Sometimes it is better to know when things have run their course.
Such is the case with the expansion of the Waste Management landfill near Cortland, the opponents of which now seem bent on a long-shot challenge based on a provision in the Illinois Township Code.
The section of the law reads: “The electors may prevent the deposit of night soil, garbage, or other offensive substances within the limits of the township.”
It goes on to explicitly say that the provision applies to refuse disposal facilities regulated by the Illinois Department of Public Health and the county.
About a week after the DeKalb County Board granted site approval for the landfill expansion in May 2010, Cortland Township held a special meeting at which about 200 electors held a voice vote prohibiting the expansion.
Their voice vote that evening nullifies the county’s lengthy process and approval, they claim.
Of course, if they were so confident in their case, they probably would have brought it immediately after the expansion was approved instead of waiting almost three years.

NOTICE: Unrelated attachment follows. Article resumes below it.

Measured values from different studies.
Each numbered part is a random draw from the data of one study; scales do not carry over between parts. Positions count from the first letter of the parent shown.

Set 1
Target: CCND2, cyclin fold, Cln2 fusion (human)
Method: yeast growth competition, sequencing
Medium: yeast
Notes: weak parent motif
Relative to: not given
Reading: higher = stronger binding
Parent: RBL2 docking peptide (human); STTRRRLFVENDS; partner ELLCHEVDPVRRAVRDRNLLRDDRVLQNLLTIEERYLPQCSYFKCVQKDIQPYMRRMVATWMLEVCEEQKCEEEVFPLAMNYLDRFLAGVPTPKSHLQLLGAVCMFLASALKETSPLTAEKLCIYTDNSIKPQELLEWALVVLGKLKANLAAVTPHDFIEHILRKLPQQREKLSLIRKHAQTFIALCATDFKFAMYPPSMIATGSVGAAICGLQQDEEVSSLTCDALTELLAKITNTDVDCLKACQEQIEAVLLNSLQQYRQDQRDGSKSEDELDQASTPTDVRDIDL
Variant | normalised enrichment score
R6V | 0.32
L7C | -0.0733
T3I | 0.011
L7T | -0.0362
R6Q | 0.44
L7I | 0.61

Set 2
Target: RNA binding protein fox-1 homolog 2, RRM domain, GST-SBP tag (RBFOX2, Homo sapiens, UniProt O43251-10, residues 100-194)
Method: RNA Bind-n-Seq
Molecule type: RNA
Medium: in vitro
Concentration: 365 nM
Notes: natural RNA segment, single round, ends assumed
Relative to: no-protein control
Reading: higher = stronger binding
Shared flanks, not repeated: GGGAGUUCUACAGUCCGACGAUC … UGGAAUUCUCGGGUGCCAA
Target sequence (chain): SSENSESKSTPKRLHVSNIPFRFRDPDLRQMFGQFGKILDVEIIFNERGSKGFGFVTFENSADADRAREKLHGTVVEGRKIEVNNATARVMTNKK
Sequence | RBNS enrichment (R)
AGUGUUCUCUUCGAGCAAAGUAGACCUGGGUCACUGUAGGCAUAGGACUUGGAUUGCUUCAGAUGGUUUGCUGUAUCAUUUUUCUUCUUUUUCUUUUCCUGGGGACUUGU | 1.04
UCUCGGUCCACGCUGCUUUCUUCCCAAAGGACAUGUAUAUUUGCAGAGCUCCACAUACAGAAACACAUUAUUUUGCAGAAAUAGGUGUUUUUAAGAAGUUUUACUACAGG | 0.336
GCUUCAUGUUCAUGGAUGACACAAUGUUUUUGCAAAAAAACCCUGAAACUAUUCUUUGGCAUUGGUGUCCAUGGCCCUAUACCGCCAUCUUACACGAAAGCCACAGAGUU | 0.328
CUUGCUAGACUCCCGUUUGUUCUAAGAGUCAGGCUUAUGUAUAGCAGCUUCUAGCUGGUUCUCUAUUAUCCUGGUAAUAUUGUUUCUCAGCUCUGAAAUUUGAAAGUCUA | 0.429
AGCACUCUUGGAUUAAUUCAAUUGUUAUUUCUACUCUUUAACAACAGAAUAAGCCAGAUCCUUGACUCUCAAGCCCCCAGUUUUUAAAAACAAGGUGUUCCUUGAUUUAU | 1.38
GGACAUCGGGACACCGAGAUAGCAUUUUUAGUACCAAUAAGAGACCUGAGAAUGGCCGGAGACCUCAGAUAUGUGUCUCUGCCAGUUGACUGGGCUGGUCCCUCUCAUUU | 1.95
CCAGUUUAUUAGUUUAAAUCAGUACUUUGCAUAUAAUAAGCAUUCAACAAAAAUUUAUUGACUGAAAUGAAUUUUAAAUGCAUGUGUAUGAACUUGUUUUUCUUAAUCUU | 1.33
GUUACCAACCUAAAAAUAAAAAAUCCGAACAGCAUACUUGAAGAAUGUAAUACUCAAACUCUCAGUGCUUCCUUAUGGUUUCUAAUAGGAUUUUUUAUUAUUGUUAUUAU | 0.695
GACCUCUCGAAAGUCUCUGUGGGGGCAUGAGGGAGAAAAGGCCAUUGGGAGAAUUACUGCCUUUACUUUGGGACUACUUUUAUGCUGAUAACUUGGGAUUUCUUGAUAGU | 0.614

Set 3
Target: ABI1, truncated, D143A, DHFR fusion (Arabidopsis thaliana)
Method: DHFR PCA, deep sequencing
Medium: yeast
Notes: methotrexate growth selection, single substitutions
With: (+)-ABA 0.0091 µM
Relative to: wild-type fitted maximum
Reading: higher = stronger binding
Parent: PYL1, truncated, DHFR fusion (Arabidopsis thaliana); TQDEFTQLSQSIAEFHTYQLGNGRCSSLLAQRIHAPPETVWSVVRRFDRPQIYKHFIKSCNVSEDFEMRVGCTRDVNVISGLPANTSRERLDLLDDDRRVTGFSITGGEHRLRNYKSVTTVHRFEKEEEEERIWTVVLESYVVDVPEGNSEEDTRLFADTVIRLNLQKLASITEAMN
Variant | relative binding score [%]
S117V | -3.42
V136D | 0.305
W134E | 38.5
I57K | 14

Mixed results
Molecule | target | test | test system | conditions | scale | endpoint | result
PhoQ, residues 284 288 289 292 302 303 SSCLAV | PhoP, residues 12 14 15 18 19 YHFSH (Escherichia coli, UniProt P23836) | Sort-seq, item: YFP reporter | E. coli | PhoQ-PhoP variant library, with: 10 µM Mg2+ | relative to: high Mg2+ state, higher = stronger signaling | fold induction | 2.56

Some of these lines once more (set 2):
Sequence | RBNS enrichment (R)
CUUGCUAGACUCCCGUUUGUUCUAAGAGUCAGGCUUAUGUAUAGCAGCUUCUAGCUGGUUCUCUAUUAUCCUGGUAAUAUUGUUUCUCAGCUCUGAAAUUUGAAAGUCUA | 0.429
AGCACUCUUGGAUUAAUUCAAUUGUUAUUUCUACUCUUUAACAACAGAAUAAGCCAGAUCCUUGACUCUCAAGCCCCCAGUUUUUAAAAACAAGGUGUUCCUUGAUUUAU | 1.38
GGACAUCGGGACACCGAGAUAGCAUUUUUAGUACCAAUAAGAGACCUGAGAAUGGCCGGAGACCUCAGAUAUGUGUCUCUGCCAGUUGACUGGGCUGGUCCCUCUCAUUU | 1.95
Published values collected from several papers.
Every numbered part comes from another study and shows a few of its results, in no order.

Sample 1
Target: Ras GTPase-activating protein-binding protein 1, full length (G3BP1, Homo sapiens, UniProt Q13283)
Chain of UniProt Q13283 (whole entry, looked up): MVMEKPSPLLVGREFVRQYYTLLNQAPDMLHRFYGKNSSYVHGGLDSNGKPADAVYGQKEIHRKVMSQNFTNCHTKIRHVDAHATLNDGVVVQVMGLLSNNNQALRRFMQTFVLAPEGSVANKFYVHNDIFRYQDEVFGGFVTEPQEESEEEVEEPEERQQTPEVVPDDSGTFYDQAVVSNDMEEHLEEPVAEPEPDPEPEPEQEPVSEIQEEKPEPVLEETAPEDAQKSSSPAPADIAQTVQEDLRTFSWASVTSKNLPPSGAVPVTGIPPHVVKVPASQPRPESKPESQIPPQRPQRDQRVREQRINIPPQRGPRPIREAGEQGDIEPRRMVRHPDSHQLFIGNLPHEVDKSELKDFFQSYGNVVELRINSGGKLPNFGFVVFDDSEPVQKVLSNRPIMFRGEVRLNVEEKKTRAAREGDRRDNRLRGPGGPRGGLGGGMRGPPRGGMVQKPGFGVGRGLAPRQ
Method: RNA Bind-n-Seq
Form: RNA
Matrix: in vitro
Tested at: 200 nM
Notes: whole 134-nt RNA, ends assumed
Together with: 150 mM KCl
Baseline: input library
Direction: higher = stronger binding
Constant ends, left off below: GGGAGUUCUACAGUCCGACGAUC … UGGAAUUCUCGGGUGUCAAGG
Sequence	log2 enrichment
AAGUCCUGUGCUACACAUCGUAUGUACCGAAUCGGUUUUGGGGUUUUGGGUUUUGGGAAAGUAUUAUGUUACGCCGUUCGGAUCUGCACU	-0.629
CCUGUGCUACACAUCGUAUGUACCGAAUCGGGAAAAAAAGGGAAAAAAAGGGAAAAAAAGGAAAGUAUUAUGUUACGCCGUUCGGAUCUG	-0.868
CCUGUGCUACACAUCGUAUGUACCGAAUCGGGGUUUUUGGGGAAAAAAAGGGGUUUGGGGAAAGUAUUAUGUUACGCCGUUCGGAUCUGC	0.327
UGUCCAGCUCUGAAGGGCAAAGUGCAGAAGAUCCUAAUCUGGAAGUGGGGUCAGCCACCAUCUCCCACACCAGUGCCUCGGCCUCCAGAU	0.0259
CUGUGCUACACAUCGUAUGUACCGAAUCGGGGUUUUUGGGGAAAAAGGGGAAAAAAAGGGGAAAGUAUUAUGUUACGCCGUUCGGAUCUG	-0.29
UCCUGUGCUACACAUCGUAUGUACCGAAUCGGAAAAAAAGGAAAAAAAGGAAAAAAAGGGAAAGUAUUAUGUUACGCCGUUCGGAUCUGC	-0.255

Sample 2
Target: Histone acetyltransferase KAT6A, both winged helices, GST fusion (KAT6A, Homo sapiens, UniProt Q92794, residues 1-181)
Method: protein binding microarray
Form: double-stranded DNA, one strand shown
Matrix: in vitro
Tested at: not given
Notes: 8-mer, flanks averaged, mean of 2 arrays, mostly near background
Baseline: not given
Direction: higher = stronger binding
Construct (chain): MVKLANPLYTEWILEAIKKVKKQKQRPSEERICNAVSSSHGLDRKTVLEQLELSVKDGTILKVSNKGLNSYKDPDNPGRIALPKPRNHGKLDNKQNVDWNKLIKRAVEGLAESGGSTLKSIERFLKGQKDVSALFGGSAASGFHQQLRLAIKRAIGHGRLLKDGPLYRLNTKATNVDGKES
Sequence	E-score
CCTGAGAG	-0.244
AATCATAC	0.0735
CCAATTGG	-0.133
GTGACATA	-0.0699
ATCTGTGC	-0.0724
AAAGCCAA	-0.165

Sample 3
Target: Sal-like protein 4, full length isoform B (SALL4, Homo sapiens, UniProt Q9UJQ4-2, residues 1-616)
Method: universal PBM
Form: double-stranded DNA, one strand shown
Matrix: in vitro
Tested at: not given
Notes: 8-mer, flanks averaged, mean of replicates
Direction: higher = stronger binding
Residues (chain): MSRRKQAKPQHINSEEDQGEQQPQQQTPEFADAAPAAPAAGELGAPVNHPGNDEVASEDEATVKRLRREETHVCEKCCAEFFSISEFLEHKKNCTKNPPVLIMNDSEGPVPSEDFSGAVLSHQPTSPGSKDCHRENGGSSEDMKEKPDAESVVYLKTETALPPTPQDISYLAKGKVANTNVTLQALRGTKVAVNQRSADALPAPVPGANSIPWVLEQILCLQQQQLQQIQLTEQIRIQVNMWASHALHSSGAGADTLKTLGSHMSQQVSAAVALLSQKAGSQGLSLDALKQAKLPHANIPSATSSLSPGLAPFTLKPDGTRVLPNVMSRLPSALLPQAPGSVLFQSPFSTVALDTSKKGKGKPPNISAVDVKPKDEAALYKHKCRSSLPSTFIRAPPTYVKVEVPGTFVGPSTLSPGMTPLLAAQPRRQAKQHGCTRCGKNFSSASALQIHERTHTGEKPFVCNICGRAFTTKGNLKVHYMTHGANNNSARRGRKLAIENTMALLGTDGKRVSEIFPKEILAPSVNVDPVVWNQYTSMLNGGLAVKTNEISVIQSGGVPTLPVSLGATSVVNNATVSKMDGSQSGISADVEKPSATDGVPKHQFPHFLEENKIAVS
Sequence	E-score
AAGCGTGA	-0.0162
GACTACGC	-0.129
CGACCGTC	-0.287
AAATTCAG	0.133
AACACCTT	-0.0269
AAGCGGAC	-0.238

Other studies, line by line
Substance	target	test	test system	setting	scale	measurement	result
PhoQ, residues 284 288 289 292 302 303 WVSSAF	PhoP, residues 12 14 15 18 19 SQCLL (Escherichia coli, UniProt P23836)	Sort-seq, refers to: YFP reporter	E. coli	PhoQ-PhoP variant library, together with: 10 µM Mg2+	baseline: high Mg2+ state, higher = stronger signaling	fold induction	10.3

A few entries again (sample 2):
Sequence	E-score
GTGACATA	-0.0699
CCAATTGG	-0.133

Those on the other side say the Illinois Environmental Protection Act – not the Township Code – governs the permitting of landfills in Illinois.
The act does set forth, at length, the procedures for approving landfills. It lays out the process that counties and municipalities must follow when considering an application to approve a landfill expansion, as well as the protocols for receiving IEPA approval of a landfill project.
The law contains more than 200,000 words. “Township” is not among them. Neither is “night soil,” which you probably shouldn’t look up if you’re eating right now.
Both the Illinois Pollution Control Board and a panel of appellate court judges have found that the county did follow the process laid out by law. Opponents have appealed to the state Supreme Court, which has the option to hear it.
It seems unlikely that a judge would rule that an anachronistic provision of township code would overrule the Environmental Protection Act.
Cortland Township’s official involvement in this issue has been to say no. In addition to the 2010 resolution, the township board also passed a resolution against the plan in 2009.
Their reasons for their saying no are obvious and understandable – it’s a natural, knee-jerk reaction to the prospect of having more trash in the area.
But we question the wisdom and fairness of a system that would allow a voice vote at a township hall to overrule a county decision made after a long process that included public input and expert testimony.
Most likely, a judge would as well.
If this challenge goes ahead, it will only delay the inevitable. Taxpayer money should not be spent buying time.